An Apprenticeship Bill in Pennsylvania on the Schedule for 2013?
1/17/2013 | Construction Blog
As the legislative session in Pennsylvania gets underway in earnest, the making of laws starts anew. Among those under consideration may be several pieces of legislation that were under consideration last year but never made it to the floor for a vote. An act designed to make revisions to the apprenticeship structure in the state was one such bill.
Introduced in the Pennsylvania Senate originally in 2011 by Senators Folmer, Rafferty, White, Waugh, Piccola, Browne, and Washington, the legislation is designed to create a new Apprenticeship and Training Commission. All the powers and duties of the State Apprenticeship and Training Council would be transferred to the new commission under the law. This would include a plethora of responsibilities, including oversight of apprenticeship and training programs in Pennsylvania, establishing standards for apprenticeship, establishing journeyman to apprentice ratios, and conducting special studies and investigations on issues surrounding apprenticeship and training to name a few.
Under the legislation the leadership of the commission would start with an Executive Director appointed by the governor. The commission would then appoint and hire a staff to work with the Executive Director to carry out the work of the commission. The advisory council for the commission would consist of 4 representatives of employees, four representatives of employers, two representatives of community colleges, one representative of the general public, as well as the Deputy Secretary for Workforce Development in the Department of Labor and Industry, the Executive Director of the Pennsylvania Workforce Investment Board, and one workforce development representative from each of the Department of Aging, the Department of Education, the Department of Community and Economic Development, the Department of Public Welfare, the Department of Military and Veterans Affairs, and the Pennsylvania Council of Chief Juvenile Probation Officers.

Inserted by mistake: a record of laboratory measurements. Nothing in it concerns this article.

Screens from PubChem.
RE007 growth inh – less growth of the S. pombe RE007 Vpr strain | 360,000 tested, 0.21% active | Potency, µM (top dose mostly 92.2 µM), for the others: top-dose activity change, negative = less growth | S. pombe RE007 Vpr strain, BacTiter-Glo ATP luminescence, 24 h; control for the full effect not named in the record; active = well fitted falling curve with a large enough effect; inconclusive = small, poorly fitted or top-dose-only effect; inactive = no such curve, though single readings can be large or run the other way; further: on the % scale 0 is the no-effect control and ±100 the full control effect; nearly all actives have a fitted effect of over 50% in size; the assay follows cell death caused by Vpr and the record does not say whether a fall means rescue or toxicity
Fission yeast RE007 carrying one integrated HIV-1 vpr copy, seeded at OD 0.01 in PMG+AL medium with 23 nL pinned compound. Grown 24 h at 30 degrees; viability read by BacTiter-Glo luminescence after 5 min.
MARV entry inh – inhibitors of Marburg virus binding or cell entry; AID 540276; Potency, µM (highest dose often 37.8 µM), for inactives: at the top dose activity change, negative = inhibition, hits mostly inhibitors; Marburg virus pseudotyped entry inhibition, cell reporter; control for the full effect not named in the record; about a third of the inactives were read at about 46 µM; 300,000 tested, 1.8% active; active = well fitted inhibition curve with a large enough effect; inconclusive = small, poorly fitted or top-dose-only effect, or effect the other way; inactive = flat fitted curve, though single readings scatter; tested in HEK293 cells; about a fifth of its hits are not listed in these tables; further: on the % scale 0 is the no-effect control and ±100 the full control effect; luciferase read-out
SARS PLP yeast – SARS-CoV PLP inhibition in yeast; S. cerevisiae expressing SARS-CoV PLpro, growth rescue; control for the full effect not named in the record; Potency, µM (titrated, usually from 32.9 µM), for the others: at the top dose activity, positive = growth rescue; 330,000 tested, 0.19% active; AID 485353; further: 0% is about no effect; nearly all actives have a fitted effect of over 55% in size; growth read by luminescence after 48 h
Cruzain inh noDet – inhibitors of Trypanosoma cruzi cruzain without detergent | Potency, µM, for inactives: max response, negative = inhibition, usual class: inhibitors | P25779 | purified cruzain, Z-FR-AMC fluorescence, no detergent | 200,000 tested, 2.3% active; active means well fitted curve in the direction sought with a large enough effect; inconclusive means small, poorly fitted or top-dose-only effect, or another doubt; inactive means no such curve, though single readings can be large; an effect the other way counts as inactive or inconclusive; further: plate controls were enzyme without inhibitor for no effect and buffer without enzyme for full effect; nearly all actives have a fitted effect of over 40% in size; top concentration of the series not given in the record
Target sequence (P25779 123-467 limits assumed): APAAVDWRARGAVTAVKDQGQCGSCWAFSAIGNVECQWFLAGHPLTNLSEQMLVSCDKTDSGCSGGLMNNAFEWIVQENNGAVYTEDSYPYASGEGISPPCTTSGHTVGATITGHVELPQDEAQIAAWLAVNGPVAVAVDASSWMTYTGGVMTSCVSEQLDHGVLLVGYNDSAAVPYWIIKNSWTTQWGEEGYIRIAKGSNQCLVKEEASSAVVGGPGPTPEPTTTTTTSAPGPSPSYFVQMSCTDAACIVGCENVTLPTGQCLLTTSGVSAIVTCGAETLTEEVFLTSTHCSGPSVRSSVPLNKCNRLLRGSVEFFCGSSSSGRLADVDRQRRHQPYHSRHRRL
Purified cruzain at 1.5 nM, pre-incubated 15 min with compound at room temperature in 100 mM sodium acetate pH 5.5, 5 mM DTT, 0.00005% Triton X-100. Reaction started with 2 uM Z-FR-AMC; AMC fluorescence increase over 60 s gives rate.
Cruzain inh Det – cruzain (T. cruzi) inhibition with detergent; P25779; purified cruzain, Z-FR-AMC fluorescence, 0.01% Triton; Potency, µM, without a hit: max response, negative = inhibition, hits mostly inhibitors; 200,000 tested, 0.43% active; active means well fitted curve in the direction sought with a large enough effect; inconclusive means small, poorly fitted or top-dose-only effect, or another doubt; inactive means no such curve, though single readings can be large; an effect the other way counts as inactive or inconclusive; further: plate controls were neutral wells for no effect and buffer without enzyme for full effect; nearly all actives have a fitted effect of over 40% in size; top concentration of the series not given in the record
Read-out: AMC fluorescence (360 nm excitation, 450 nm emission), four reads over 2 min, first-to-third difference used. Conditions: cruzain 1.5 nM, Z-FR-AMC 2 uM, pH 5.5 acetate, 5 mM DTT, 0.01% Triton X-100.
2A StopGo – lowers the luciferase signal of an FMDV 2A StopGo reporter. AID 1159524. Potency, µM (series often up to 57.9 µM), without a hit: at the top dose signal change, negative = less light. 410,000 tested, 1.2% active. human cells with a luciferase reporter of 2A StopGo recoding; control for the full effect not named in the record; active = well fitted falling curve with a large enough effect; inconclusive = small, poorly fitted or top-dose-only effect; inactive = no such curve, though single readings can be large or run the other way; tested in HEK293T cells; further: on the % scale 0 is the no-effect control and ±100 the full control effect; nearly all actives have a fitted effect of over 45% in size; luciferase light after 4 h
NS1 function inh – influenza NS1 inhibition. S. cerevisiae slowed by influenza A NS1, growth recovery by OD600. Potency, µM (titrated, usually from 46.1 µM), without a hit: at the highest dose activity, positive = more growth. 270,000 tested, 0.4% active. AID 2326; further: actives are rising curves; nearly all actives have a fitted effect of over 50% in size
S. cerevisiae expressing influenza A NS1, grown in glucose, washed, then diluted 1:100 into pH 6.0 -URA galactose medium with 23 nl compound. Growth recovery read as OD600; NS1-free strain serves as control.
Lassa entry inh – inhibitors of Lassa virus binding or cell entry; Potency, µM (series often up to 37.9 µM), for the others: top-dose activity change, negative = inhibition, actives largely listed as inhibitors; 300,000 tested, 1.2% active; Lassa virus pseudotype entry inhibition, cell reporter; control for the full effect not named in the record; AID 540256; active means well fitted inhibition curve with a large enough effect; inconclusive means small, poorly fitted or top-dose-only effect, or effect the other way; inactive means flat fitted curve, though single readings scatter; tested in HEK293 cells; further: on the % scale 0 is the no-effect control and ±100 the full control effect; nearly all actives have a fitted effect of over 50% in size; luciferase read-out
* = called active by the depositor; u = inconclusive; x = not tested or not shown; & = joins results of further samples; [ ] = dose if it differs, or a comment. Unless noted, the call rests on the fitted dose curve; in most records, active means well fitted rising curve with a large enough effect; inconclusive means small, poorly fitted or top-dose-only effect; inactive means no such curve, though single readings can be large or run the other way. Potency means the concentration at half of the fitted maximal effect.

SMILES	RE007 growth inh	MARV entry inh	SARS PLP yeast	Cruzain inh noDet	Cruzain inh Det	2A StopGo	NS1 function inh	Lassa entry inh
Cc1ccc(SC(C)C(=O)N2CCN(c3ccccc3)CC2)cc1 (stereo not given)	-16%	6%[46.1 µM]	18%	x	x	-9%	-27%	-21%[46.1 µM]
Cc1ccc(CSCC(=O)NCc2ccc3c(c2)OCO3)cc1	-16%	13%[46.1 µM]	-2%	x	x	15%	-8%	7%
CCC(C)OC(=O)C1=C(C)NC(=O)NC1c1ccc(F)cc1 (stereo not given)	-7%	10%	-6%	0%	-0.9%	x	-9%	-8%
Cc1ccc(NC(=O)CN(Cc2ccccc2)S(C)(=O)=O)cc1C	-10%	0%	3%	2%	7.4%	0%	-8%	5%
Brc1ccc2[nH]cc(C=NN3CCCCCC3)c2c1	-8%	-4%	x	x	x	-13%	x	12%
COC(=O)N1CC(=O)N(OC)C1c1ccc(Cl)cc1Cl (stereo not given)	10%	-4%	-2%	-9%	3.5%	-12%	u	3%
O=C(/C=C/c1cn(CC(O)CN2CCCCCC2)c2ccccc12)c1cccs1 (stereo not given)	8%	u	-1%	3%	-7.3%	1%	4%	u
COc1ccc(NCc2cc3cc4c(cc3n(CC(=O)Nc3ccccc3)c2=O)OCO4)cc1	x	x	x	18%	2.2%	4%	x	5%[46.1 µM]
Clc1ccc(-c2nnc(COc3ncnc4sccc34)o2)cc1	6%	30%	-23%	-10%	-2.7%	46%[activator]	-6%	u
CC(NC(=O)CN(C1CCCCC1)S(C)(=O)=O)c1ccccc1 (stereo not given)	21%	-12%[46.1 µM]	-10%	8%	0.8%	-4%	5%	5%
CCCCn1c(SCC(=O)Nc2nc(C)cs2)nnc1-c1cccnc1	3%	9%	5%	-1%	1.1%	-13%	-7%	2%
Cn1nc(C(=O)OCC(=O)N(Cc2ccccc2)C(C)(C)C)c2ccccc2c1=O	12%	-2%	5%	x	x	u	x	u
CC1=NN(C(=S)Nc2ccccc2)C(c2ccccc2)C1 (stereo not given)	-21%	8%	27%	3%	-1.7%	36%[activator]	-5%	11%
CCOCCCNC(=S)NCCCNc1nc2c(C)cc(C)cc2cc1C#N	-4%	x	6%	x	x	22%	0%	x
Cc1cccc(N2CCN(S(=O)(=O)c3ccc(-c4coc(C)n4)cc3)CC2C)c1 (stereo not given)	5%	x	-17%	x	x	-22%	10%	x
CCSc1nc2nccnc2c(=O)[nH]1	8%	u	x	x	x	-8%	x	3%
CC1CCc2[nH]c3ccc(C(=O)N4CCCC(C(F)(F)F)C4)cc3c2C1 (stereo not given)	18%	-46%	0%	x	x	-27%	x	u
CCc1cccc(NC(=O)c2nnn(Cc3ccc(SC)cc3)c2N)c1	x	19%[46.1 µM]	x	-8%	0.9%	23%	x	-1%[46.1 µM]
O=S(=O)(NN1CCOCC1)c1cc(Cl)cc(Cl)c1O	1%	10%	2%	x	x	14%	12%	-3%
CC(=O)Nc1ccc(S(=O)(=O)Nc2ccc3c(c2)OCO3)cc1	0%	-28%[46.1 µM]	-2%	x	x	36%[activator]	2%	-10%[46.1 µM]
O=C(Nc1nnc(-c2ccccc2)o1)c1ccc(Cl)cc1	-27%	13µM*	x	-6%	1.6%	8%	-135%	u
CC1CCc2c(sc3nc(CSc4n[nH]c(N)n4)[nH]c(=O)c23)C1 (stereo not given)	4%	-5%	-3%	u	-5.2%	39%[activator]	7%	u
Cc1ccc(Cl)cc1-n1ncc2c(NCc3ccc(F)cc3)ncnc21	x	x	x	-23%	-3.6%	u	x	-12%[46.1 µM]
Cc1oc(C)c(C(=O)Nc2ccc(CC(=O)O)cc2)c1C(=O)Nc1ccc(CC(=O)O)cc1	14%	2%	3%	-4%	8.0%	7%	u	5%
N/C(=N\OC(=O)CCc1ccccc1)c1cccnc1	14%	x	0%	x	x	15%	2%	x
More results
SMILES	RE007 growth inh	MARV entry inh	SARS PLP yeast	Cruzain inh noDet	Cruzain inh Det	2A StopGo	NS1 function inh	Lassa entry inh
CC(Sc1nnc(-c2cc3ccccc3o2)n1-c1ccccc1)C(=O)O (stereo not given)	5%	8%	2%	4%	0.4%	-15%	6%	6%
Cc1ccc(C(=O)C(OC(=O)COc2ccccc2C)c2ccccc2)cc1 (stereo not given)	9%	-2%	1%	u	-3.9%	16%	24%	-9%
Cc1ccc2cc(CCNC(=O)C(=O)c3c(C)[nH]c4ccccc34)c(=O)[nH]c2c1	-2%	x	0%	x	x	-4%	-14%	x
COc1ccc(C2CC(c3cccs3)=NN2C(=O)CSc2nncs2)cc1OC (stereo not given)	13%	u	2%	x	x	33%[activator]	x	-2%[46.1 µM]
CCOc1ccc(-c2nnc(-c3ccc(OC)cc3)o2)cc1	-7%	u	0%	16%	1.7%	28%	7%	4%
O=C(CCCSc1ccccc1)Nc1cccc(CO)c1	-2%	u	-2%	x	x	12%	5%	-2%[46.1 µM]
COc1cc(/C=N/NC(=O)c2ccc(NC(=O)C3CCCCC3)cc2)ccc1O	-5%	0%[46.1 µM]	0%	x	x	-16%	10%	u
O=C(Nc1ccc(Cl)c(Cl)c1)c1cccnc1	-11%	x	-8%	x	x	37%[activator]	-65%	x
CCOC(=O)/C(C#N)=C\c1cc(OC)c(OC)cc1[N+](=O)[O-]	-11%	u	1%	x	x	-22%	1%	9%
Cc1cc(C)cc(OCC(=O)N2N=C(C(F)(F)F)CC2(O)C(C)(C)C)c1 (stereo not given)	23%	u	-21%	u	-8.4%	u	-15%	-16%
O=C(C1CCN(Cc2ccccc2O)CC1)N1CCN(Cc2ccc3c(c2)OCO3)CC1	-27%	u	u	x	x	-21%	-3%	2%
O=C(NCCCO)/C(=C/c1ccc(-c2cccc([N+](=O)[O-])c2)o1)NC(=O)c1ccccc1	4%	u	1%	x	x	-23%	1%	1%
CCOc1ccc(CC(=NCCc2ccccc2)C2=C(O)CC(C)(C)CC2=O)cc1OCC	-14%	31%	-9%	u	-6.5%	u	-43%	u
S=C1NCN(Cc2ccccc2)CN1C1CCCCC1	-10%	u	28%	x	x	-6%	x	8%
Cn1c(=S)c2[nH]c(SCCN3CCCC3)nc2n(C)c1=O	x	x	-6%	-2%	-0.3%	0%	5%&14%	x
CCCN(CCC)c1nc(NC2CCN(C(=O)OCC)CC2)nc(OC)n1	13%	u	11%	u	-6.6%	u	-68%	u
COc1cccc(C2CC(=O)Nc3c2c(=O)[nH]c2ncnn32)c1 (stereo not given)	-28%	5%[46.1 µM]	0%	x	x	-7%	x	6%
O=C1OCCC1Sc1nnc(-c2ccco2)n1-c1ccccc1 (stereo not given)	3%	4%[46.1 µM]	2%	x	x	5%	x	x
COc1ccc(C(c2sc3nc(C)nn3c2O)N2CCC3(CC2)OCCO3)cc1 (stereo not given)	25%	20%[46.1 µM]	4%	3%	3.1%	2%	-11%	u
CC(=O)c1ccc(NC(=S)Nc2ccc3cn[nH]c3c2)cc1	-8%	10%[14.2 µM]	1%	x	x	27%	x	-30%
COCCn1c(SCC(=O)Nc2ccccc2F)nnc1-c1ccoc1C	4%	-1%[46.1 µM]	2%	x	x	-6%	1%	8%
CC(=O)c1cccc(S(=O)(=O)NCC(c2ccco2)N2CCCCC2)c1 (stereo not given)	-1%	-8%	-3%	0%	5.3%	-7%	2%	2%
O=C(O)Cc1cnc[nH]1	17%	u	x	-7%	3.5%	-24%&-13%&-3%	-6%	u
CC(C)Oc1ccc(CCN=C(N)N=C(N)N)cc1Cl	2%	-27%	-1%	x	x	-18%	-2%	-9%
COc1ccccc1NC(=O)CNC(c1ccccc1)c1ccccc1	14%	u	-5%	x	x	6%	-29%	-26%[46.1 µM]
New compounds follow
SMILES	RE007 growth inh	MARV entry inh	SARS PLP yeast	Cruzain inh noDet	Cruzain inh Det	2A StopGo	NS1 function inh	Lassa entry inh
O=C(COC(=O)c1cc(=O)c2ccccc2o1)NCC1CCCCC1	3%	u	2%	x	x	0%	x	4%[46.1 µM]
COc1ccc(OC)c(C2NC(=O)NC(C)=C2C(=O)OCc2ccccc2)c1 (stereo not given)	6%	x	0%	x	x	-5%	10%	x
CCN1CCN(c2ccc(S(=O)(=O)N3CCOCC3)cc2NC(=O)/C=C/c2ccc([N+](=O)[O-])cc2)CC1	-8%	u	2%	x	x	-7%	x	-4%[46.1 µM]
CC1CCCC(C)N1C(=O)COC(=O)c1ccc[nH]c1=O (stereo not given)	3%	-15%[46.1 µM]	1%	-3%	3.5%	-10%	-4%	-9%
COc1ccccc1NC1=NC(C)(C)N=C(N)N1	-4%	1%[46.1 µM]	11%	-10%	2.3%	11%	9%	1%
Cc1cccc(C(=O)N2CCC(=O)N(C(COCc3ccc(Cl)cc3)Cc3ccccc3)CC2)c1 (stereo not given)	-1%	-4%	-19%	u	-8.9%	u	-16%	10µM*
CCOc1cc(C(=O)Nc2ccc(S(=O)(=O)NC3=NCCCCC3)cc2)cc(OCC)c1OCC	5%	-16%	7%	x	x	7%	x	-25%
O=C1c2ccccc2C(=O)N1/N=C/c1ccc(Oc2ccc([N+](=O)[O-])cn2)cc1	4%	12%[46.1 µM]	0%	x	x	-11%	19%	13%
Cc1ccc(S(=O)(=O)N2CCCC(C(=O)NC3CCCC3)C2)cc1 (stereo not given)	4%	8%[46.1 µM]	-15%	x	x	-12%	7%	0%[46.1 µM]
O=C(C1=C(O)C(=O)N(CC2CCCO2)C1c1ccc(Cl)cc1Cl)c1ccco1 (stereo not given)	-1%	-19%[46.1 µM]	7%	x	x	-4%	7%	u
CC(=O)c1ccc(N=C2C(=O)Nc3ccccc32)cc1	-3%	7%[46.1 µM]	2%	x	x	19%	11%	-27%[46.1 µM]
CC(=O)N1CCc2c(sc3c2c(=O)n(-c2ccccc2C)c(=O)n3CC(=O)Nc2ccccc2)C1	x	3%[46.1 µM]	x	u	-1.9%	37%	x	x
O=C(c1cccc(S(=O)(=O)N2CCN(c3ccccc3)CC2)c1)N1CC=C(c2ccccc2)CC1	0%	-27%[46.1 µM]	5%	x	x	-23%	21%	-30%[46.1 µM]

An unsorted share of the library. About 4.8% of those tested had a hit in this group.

Although it seems a bureaucratic mess at first glance, the proposed changes are not significant. It has been a common complaint by many in the construction industry, and even others outside of it that would benefit from more active apprenticeship programs in their industries, that the current Council is not active enough. In that regard, the stated goal of the legislation is re-energize the government’s role in apprenticeship and training programs. Some place great importance on these types of programs because of the impact it could have on the economy and its workforce.
No word has come down yet as to whether the legislation will be re-introduced in 2013 or not. We will track it and keep our readers up to date.